This Sunday, I will be running the Thames 20; a paced 20-mile race along the River Thames.
Although I have tackled the 20-mile beast previously (plus I took part in the Thames 20 last year), it still fills me with dread, uncertainty, apprehension and all the other bad things.
This doesn’t make a lot of sense, given the fact that I ran 18 miles a couple of days ago and genuinely enjoyed it (apart from the bit where a cyclist simultaneously ROARED and swore at me when I was running along the canal. That was frightening, and I’m still unsure as to why he was so raging – get a grip). However, I know a lot of runners who feel the same way; it seems that many people have a mental hurdle when it comes to tackling the 20-mile distance.
I don’t think it matters how many marathons I run – I say this because I plan to run many more in the future – there will always be a little voice in my head that says ‘of course you can’t run more than 20-miles, you’re not strong enough, you don’t know what you’re doing’ etc. I know this is a very negative and unhealthy thought process, and for that I apologise, but that’s just the honest truth of how my mind works sometimes.
Of course, it’s natural to experience anxiousness around particular workouts or distances. However, I don’t want this to hold me back, and most importantly I don’t want this to sap the fun out of running. I’m keen to run an ultra this year (even though I was recently told by a non-runner that I will be putting myself at risk of hallucinations and potentially DEATH), therefore it’s important that I learn how to shift my mindset.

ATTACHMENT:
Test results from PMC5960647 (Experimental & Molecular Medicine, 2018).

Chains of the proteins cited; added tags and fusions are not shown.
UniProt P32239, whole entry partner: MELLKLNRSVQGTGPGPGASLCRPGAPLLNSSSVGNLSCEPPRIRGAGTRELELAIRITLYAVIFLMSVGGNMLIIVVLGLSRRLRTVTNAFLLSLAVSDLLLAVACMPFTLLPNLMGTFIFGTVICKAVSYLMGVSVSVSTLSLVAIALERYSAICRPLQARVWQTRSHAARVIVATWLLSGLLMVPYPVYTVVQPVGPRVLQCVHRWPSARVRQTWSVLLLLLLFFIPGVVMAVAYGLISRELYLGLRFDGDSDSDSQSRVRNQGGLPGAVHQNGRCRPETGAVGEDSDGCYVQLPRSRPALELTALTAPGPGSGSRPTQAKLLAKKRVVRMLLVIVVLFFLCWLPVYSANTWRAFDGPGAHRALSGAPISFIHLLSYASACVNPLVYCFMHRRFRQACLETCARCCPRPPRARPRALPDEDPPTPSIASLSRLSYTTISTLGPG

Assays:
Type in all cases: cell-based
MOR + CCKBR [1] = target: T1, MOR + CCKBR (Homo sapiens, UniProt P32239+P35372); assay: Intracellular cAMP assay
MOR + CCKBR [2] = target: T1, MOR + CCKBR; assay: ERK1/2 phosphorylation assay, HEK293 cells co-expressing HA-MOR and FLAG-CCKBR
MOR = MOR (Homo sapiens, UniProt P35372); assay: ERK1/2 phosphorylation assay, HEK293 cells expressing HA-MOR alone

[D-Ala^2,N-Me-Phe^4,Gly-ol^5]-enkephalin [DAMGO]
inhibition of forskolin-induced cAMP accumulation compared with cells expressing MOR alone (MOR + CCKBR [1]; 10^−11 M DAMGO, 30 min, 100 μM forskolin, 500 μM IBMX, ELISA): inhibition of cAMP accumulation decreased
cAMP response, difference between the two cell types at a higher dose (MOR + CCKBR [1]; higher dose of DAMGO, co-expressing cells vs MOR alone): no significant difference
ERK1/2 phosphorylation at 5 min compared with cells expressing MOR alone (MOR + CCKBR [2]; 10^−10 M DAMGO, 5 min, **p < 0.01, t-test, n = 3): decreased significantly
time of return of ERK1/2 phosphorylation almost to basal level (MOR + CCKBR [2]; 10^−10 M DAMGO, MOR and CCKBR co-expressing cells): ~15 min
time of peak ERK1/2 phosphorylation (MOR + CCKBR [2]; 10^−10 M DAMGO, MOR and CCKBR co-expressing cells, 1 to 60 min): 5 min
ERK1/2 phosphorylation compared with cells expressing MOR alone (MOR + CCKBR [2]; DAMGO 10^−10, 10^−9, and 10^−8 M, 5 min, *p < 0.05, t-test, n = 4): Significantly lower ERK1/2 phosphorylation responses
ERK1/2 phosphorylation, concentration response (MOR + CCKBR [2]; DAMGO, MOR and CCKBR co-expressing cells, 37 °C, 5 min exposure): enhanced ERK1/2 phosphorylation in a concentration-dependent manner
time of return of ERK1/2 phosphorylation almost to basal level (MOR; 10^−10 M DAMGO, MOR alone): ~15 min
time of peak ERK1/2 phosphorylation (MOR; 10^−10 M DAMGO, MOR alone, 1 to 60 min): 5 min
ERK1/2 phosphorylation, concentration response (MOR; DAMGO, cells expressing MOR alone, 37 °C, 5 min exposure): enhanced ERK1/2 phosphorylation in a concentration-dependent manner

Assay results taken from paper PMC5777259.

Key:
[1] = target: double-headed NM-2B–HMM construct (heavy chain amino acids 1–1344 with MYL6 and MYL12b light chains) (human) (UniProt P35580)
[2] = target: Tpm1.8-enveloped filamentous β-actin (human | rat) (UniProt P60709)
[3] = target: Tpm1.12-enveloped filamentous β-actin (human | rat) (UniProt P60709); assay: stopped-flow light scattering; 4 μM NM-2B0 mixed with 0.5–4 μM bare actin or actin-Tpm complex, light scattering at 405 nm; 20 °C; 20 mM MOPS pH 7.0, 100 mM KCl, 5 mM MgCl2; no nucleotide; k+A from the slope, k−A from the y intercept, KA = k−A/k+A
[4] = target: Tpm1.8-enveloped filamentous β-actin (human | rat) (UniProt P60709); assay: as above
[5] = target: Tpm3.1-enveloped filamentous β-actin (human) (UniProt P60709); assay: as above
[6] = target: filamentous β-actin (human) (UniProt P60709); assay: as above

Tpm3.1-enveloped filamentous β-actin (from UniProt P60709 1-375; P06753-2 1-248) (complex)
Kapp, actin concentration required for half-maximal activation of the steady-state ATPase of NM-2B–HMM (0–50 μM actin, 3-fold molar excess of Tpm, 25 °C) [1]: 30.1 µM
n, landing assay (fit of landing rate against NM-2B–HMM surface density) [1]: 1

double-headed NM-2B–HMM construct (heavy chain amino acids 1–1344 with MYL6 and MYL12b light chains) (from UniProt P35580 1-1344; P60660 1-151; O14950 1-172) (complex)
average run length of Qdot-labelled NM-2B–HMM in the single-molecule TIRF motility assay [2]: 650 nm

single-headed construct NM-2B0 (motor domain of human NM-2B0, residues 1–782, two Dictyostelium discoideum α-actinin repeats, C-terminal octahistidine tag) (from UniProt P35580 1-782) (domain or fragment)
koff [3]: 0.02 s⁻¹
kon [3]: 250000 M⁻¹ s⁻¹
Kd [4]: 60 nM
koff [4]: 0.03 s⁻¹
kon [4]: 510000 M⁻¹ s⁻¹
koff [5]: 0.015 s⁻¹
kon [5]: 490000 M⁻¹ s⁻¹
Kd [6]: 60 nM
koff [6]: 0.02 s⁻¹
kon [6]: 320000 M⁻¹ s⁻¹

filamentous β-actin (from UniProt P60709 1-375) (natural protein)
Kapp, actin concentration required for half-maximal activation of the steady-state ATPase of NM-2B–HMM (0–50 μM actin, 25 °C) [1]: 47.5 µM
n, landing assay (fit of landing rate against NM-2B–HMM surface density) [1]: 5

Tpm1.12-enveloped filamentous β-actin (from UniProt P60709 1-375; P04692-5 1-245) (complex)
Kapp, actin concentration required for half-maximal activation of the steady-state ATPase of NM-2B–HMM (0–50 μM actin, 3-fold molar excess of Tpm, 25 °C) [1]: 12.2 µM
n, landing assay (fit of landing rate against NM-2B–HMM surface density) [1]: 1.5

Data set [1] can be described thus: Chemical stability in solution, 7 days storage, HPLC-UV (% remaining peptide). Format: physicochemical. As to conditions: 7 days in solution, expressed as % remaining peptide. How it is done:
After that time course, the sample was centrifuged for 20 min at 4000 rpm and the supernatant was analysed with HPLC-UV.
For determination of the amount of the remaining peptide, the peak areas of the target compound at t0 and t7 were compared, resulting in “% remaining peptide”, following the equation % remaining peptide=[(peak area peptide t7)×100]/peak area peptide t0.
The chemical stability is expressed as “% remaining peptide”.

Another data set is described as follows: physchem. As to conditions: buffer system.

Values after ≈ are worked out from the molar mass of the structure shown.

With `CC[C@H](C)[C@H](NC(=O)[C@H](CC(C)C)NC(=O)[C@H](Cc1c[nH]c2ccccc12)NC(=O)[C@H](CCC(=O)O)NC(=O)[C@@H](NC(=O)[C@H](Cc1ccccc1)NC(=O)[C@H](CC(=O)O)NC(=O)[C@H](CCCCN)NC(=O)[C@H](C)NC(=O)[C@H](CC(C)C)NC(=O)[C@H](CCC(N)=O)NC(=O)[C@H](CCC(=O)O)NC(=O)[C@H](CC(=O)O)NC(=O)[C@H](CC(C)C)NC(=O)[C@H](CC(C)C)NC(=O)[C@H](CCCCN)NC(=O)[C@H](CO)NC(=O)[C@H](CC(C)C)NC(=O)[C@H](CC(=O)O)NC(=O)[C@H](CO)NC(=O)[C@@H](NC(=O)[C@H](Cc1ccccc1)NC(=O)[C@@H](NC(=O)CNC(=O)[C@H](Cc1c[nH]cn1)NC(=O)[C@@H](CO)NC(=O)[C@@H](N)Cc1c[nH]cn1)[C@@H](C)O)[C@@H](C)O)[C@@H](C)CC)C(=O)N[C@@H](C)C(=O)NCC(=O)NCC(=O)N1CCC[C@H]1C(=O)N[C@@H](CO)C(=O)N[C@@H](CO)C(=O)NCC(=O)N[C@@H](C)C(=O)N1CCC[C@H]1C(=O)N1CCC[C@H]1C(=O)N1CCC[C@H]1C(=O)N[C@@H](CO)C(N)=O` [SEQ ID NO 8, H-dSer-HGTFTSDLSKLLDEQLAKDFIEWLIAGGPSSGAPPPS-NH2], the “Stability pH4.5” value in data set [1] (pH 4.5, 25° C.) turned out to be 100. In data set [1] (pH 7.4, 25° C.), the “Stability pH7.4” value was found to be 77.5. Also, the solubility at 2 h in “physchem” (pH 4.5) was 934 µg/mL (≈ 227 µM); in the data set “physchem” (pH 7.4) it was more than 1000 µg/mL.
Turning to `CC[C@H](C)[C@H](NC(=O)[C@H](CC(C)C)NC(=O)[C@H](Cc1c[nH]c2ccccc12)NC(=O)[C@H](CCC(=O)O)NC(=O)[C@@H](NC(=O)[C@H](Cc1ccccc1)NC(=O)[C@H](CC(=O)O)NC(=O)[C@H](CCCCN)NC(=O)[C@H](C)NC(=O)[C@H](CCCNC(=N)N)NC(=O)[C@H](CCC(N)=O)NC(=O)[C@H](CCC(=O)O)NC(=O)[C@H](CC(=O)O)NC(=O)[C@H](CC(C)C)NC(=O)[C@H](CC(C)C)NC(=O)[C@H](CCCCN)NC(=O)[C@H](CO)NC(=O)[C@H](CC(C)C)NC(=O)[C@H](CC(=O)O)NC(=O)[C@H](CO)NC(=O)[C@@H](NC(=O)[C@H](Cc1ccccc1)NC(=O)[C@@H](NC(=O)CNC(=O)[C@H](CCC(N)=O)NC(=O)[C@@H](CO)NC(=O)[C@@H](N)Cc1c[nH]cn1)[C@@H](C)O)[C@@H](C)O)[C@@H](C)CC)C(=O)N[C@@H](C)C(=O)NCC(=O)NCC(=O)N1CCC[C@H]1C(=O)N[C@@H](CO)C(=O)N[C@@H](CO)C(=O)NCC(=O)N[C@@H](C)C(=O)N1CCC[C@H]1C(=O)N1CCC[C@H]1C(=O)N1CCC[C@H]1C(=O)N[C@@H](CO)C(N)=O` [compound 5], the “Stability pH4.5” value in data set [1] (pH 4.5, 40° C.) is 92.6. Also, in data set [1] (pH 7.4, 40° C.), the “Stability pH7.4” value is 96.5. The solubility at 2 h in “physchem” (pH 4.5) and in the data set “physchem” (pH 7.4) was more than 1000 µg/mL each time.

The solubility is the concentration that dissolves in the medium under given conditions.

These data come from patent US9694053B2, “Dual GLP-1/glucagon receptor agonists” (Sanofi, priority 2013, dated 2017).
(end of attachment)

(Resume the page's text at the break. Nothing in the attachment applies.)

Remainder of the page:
I have a few mantras, although these seem to be more effective during shorter, faster runs. I’ve created a rather spectacular long run playlist, which definitely helps. I plan out my post-long run meals (plural because there are so many, most of which involve me inhaling copious amounts of sweeeet, delicious, crunchy peanut butter) which ALWAYS helps.
All the above, plus a number of additional techniques, are things that are helpful to me during a long-run. However, it’s the pre-20-mile nerves that I want to focus on, which on this occasion I seem to be experiencing almost a week in advance of the run.
How do you tackle the 20-mile beast, or any distance/workout that you find intimidating? Now, more than ever, your suggestions would be ever so helpful!